Theoretical modelling is essential to understand the mechanism of the photoinduced switching of molecular states. We have successfully modelled the studied molecules with quantum chemistry, and shown that description at the DFT/TD-DFT level describes Fe(II) systems with sufficient accuracy, allowing us to use these tools even for meaningful predictions.
Exploring alternative modes for molecular switching can provide us with insights into the interplay of the strongly coupled degrees of freedoms that shape the electronic structure and magnetic properties of such materials. Following our recent finding that hard X-rays trigger spin-state switching in Fe(II) complexes, we have now observed that they can also induce a thermal hysteresis at the switching of molecular magnets; the observation can provide us with a new tool to monitor cooperativity among the switching units. Moreover, we found the X-ray equivalent for a light-induced switching anomaly, the so called strong-field light-induced excited-spin-state trapping, and even exploited it as an alternative excitation method. Finally, we have explored a mechanically induced switching phenomenon in inorganic one dimensional polymers, which can have applications in identifying shock or impact history.
A part of our activity is focused on solids with special transport properties, from which we mention one example. In complex oxides that exhibit extraordinary magnetic and transport properties, (for example, those utilized in the heads of hard disk drives) a nanometre-scale separation of magnetic and electronic properties occurs. Curiously, this phenomena, which is believed to be behind the "colossal" variation in the magnetic resistance, takes place in a chemically homogeneous phase. It is difficult to grasp this phenomenon, the coexistence of the tiny magnetic phases experimentally. Also, the origin of the phenomenon is far from being understood despite relevant research efforts.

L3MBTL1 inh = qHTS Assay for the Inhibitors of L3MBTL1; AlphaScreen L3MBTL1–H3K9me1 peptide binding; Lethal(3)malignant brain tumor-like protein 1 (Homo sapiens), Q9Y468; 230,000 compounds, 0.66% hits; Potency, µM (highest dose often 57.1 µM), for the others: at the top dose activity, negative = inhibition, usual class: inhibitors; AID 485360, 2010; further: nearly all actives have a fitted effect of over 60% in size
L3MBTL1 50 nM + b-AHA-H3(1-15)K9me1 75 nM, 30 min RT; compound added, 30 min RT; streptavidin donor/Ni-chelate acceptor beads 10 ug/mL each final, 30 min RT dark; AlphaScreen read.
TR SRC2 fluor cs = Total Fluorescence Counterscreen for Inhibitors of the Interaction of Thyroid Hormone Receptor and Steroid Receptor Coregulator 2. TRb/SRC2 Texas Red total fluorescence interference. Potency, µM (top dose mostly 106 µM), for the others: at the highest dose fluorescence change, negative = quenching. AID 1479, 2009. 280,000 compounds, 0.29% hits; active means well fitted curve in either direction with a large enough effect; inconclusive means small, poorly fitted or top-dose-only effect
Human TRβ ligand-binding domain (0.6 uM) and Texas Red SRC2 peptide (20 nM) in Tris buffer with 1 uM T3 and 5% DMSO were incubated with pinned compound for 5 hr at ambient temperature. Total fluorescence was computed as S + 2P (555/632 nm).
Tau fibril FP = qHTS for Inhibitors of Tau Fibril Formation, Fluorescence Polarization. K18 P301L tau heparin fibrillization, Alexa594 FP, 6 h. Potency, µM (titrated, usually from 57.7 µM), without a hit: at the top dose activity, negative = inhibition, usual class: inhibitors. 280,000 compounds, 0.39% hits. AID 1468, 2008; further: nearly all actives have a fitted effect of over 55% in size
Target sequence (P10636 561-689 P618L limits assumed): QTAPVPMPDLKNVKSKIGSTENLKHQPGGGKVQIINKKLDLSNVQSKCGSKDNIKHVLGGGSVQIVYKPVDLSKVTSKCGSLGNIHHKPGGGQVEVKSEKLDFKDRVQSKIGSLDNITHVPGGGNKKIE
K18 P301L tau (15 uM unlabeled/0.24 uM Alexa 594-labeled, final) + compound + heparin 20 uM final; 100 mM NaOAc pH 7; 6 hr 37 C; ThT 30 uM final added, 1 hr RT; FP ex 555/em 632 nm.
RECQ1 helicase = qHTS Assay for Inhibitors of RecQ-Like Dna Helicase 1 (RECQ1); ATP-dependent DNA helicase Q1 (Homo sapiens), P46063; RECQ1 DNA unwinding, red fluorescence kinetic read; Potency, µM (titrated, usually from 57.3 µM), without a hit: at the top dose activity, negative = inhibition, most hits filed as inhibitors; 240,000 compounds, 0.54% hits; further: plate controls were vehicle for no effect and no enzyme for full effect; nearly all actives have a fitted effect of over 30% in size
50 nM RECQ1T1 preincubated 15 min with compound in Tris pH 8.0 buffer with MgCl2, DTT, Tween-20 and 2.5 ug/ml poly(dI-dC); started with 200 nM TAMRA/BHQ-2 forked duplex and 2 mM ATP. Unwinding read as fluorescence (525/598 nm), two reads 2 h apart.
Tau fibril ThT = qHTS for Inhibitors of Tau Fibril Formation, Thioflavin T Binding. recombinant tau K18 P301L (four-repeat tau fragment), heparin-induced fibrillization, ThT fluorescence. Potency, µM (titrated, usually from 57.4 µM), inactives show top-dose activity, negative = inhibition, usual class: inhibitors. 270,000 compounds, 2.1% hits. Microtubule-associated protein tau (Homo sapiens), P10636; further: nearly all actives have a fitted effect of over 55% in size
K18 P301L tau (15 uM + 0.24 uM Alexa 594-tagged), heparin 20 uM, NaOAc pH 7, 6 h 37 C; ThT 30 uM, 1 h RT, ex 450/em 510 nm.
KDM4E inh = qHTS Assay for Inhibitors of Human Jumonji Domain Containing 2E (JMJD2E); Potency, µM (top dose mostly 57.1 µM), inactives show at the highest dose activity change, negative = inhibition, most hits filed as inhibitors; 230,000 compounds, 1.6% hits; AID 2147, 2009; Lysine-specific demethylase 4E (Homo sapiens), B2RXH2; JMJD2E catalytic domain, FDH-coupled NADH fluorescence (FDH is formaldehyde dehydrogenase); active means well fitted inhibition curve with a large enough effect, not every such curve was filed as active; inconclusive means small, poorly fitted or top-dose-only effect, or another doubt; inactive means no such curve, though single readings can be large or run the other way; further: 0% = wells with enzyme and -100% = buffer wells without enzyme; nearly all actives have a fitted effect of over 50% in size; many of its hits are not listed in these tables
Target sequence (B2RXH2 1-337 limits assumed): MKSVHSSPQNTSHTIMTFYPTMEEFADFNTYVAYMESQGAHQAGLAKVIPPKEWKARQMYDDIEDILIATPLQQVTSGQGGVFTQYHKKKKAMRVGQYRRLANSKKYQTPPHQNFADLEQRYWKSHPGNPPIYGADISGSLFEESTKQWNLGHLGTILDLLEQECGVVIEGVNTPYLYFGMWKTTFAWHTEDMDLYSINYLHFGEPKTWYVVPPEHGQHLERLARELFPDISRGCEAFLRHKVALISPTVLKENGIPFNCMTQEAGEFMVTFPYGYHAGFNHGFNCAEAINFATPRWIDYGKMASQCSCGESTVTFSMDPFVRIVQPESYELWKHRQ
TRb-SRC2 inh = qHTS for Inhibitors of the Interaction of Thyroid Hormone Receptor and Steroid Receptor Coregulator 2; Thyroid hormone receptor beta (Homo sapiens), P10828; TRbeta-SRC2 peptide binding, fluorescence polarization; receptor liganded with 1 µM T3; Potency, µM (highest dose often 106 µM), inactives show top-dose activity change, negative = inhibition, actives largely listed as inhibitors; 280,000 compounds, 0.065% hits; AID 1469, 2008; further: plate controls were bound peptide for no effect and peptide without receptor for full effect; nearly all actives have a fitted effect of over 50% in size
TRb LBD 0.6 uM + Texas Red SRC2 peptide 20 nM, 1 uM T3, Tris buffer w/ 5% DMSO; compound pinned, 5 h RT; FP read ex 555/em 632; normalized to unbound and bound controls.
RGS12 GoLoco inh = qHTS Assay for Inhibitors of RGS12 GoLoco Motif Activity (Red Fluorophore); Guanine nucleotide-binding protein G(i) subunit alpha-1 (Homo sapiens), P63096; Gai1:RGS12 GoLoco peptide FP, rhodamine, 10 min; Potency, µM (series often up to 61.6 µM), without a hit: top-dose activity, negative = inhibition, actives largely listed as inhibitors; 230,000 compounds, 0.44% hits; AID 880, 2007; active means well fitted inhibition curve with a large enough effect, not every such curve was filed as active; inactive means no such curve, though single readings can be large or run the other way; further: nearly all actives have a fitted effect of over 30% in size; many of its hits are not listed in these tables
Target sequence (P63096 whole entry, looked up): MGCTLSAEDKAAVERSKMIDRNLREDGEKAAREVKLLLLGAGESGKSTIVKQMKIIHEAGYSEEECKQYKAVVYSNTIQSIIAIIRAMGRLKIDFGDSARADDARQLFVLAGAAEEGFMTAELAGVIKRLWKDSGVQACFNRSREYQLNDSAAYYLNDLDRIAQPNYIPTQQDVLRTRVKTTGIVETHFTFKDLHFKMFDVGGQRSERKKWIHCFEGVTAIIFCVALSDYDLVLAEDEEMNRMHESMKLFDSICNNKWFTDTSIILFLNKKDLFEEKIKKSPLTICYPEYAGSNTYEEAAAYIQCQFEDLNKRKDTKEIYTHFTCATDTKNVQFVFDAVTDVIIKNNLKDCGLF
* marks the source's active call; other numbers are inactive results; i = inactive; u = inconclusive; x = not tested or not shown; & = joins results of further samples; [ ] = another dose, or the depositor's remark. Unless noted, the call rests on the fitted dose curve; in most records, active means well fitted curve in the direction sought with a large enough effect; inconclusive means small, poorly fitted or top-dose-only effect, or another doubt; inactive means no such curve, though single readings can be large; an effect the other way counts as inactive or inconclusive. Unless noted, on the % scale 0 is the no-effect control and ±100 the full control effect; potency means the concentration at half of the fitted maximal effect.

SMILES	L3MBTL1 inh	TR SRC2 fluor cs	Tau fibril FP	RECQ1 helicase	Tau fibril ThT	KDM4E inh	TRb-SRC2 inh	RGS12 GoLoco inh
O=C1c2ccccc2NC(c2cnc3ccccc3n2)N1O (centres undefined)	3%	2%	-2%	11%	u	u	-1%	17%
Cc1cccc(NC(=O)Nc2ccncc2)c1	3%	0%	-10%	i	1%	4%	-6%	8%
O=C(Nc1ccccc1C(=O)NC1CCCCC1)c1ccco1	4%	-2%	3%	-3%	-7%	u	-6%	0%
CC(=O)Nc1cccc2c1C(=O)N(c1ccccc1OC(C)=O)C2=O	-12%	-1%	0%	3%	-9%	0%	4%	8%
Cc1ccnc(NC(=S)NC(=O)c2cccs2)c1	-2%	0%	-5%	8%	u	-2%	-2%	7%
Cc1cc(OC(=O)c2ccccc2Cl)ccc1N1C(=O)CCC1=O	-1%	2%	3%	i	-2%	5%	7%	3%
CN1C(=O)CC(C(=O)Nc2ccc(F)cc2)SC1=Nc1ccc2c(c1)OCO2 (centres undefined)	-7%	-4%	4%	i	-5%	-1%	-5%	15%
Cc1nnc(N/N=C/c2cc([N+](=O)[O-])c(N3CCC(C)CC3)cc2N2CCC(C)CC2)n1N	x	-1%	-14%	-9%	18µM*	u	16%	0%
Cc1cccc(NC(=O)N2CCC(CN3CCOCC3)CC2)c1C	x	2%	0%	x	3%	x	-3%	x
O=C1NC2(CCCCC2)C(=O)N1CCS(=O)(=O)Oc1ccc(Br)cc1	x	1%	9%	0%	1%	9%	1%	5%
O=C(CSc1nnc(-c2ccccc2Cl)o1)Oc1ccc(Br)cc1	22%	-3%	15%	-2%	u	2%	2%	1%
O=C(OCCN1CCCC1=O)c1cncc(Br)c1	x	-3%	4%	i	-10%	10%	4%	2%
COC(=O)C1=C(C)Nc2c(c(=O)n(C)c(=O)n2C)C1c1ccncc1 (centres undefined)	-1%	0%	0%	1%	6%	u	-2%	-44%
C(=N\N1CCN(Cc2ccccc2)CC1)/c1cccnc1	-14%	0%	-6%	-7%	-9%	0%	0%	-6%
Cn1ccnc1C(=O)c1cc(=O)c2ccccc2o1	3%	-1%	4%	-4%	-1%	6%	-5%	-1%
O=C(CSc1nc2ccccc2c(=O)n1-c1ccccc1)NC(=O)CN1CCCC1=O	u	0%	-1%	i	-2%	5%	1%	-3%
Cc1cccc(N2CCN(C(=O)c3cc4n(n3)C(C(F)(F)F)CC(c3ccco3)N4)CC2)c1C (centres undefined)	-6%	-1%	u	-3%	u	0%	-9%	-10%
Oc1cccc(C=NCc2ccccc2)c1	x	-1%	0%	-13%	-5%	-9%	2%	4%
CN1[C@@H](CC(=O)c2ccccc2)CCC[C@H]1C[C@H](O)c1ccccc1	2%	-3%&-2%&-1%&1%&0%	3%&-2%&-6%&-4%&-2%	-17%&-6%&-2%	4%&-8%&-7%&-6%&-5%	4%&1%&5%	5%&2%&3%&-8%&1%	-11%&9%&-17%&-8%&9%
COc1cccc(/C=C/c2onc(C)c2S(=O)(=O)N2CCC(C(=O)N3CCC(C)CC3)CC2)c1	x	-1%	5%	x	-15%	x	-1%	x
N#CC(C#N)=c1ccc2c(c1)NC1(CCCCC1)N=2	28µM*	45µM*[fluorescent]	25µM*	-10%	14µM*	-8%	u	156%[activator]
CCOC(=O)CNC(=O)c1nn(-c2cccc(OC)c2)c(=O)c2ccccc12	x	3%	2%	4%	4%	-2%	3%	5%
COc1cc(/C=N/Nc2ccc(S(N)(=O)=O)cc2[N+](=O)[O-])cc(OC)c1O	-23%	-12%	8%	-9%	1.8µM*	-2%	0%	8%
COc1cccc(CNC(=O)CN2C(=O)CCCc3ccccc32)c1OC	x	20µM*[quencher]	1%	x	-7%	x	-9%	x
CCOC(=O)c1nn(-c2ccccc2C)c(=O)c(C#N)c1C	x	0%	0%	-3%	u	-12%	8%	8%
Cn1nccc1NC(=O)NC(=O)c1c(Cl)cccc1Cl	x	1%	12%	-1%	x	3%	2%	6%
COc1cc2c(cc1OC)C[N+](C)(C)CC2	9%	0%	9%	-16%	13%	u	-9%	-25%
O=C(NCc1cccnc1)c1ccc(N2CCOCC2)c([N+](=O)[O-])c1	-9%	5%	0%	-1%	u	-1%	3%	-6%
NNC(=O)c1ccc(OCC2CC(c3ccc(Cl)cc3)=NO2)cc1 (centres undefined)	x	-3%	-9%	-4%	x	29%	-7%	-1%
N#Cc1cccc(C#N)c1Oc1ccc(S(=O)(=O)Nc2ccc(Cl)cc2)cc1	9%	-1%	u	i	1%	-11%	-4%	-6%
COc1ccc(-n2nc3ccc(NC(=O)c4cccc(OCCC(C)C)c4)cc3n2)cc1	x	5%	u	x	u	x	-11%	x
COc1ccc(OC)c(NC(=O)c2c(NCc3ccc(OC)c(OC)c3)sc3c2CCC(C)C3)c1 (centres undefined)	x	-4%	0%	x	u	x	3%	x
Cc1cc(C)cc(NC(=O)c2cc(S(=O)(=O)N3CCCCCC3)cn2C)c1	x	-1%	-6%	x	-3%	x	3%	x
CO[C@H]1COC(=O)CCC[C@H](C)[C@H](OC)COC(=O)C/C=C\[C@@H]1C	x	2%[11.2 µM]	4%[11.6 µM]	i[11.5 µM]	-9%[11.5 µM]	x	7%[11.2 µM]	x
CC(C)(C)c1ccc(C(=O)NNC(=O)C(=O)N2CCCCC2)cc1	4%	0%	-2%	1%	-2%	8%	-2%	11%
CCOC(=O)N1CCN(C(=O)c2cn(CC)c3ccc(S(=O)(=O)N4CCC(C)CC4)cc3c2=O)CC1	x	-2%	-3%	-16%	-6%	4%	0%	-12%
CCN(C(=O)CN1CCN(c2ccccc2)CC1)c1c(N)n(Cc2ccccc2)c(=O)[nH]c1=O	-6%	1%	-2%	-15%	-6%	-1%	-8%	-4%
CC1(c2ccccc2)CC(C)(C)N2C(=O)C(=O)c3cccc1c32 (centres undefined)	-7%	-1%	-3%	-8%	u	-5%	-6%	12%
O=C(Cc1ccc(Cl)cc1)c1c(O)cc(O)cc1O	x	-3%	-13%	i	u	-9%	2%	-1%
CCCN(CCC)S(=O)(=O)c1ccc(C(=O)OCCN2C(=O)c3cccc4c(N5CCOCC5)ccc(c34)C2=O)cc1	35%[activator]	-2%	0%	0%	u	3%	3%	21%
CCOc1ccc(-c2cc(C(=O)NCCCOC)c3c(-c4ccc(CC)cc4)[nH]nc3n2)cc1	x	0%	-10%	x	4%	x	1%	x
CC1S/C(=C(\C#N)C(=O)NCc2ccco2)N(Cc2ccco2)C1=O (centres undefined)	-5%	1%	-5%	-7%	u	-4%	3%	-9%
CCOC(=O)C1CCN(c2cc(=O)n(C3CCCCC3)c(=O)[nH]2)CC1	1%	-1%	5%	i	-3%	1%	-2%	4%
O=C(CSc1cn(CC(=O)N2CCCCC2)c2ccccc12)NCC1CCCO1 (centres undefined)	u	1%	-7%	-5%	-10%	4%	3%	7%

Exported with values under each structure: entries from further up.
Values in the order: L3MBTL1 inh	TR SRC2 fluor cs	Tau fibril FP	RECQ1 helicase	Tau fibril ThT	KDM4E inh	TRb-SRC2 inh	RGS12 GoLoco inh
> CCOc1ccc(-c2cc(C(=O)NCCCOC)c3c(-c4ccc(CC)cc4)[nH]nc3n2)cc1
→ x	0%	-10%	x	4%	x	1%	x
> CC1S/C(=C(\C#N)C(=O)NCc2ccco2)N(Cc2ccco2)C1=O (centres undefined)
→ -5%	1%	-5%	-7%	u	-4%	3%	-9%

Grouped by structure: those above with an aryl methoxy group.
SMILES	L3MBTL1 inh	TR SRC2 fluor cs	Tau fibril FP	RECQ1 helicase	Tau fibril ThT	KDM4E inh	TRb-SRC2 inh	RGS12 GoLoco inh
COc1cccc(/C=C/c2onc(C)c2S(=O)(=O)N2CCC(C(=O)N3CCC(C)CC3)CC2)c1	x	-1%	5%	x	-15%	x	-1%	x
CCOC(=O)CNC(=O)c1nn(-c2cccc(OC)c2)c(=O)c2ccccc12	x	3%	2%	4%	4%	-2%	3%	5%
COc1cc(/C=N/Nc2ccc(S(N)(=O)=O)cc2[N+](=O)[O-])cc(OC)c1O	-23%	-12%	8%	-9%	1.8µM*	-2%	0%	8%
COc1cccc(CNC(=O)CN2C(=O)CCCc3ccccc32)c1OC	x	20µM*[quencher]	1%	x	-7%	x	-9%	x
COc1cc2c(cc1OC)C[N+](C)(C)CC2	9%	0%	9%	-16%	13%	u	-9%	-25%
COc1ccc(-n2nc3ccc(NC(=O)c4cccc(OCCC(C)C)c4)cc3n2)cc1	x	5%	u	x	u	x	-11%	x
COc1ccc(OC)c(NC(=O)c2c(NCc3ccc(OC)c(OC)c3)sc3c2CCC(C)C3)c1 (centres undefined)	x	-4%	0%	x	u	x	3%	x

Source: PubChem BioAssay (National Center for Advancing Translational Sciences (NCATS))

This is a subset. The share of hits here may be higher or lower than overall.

Utilizing local investigation techniques, we were able to give a direct experimental evidence for the coexistence of the separated nanoscale phases in Sr-doped LaCoO3 perovskites. Mössbauer spectroscopy and synchrotron hard X-ray spectroscopy provided a consistent local picture of the composition, electronic and spin structure, and relative amount of these nanoscale phases. A simple model describing how the doping affects the local spin momentum and the magnetism is in excellent agreement with the data, which sheds light on the microscopic origin of the nanoscale magneto-electronic phase separation.

During these research efforts, we have developed a flexible, cost-effective, uncomplicated X-ray spectrometer that can also be used in a laboratory to characterise the local atomic and electronic structure of selected elements in concentrated samples. Offering access to X-ray absorption spectra in hours, this instrument fills a technology gap, as it allows investigations that were thought to be possible only at synchrotrons. This is expected to make X-ray spectroscopy investigations available routinely at many institutes, and largely contribute to the more efficient training of future X-ray scientists.